Waiting To Shine

Watercolour sketch of shy woman in sleeveless top,, shoulders hunched, looking up sideways, looking for lucky stars

Even hardy perennials don’t always last forever, as Karen – shrinking violet amid the star lilies – discovers…

When the doorbell rang, my heart sank.

Naomi was punctual as ever and I knew she’d have golden skin, fabulous clothes and her hair framing her face. I wasn’t wrong.

“Off we go,” she chirped, ignoring my apprehension. “The others are already there.”

My heart sank further at the prospect of joining my other friends outside Labamba, the trendy café-bar they favoured. It buzzed with suntanned people sporting fabulous accessories and oodles of confidence.

I’d always thanked my lucky stars that I’d been too preoccupied to go to Labamba or anywhere similar.

That was right up until my lucky stars had suddenly stopped shining.

My dad described me as beautiful inside. My mum said I grew on people. This was true and when I went out with my friends, who were all gorgeous in different ways, I didn’t stand out.

I worked as a gardener; my hair was practical and my nails short.

Then I met Tom. He’d never have seen me in a nightclub or fancy bar. He wouldn’t have got past Naomi’s eye-catching hair or Amanda’s stunning legs, and Lisa’s indescribable allure would’ve buckled his knees.

Luckily for me, we met in my first humble garden centre and I could show off my green fingers.

“All these geraniums from one plant? Will you show me how to do it?”

He was the competition and had opened a swankier place a few miles away… but he didn’t have my knack for growing things.

“What, so that you can steal my customers? No.”

I didn’t want to be mean but I’d scrimped to purchase the main road plot to realise my ambitions and do the only thing I was good at.

I was adamant, even though his eyes were irresistible and his worn hands were the sort I liked.

He returned several times but never again asked for my trade secrets.

Instead he drank coffee with me, sitting on pallets in the days before the tea-shop. We discussed plants, lawns, trade and the seasons.

I fell for his windswept hair and tanned skin, and he saw past my plain exterior to the beautiful bit inside.

“How did you bag him?” my friends shrieked with astonishment when I said I was getting married. We were so in love that I was confident I could hang onto him even after he’d seen Lisa, Amanda and Naomi. And I did.

She’s here.” My friends are around a table outside the Labamba when I arrive, guided by Naomi into the seat waiting for me. Ice buckets with empty, upturned wine bottles inside litter the tables.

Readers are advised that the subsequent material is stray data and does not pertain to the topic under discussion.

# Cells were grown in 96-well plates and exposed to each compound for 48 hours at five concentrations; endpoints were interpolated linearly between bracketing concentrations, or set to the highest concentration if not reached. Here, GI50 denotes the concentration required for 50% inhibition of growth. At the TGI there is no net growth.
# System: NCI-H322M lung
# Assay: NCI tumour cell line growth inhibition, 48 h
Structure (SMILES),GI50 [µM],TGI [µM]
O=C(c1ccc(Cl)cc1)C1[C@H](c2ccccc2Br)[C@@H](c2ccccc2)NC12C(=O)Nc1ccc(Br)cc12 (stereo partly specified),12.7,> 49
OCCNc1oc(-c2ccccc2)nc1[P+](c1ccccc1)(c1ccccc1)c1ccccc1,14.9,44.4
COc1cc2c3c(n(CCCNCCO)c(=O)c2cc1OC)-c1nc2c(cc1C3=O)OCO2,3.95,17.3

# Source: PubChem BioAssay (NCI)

I notice how they appraise my clothes and approve. I’ve made an effort. A fitted dress with red and violet stripes blending softly into each other. I never could do much with my hair, but I’ve had it cut and a beautician has worked miracles with my gardener’s hands.

“You look great,” Naomi encourages me. She’s exaggerating but I appreciate the gesture.

“Great to see you out for once.” Amanda leans across to kiss me and I glimpse legs that have made men swoon for decades.

“Thanks.” I accept a glass of wine.

Lisa, whose Zen-like presence has had men guessing forever, grins charmingly and raises a glass to me.

“Great to see you. The gang back together. Fantastic.”

I join in, but it isn’t fantastic.

If Tom hadn’t fallen for the Dutch flower merchant he met when our business expanded, I wouldn’t be here.

Eighteen years, all utterly happy and filled with work and children, purpose and flowers. No one could have asked for more.

I travelled far on my plain looks and green fingers but the night Tom met his new love, my lucky stars weren’t out. I couldn’t compete with her athletic figure and interesting background.

Her business acumen and breathtaking ambition put my green fingers in the shade, where nothing can grow.

My glittering friends have fallen in and out of love and marriage.

As our wine and laughter flow I notice the admiring glances that come their way and know they’ll find love again and again.

“Oh no! Don’t look! My ex has just come in!”

Naomi hides behind her glass as a man whose wedding I attended appears with her replacement. The girls hoot at the look on his face when he sees her.

Enigmatic Lisa soon warms up when a handsome man squeezes his chair in next to her. Amanda’s legs cross and uncross, heating collars up all over the place, and I am wafted in the face with Naomi’s gorgeous hair.

“It’s like old times, isn’t it?” Amanda smiles and filled my glass.

“It is,” I say ruefully. I’m sitting here, beautiful on the inside and invisible on the outside. I join in with the fun, though, and our table expands as people join the buzz.

“You’ve missed this.” Naomi winks as her current beau joins us, which seems to cramp her style.

I hadn’t missed it. I’d been ordinary and contented. I accept that my marriage is over and wonder how I can shine amidst my dazzling friends.

“I’ve not seen you before.” A man appears next to me as his friend chats to Lisa. “Who are you?”


“How d’you know this crowd?”


He nods, understanding that although I’m not like them, old ties are strong.

“And you?”

“My brother fancies Lisa.” He nods to the young man making Lisa laugh. “We go through this ritual frequently.”

He rolls his eyes.

“Oh.” There is a silence between us, amid the chatter and laughter that is noticeable but not unpleasant.

“What d’you do?” he asks.

I tell him about my green fingers, my knack with anything that grows. It’s all I know and somewhere, a while ago, my knowledge worked a magic spell that lasted long enough in an uncertain world.

He is happy to listen to something solid amidst the fizz around us.

It grows dark; the stars come out above us and I swear, some of them look lucky.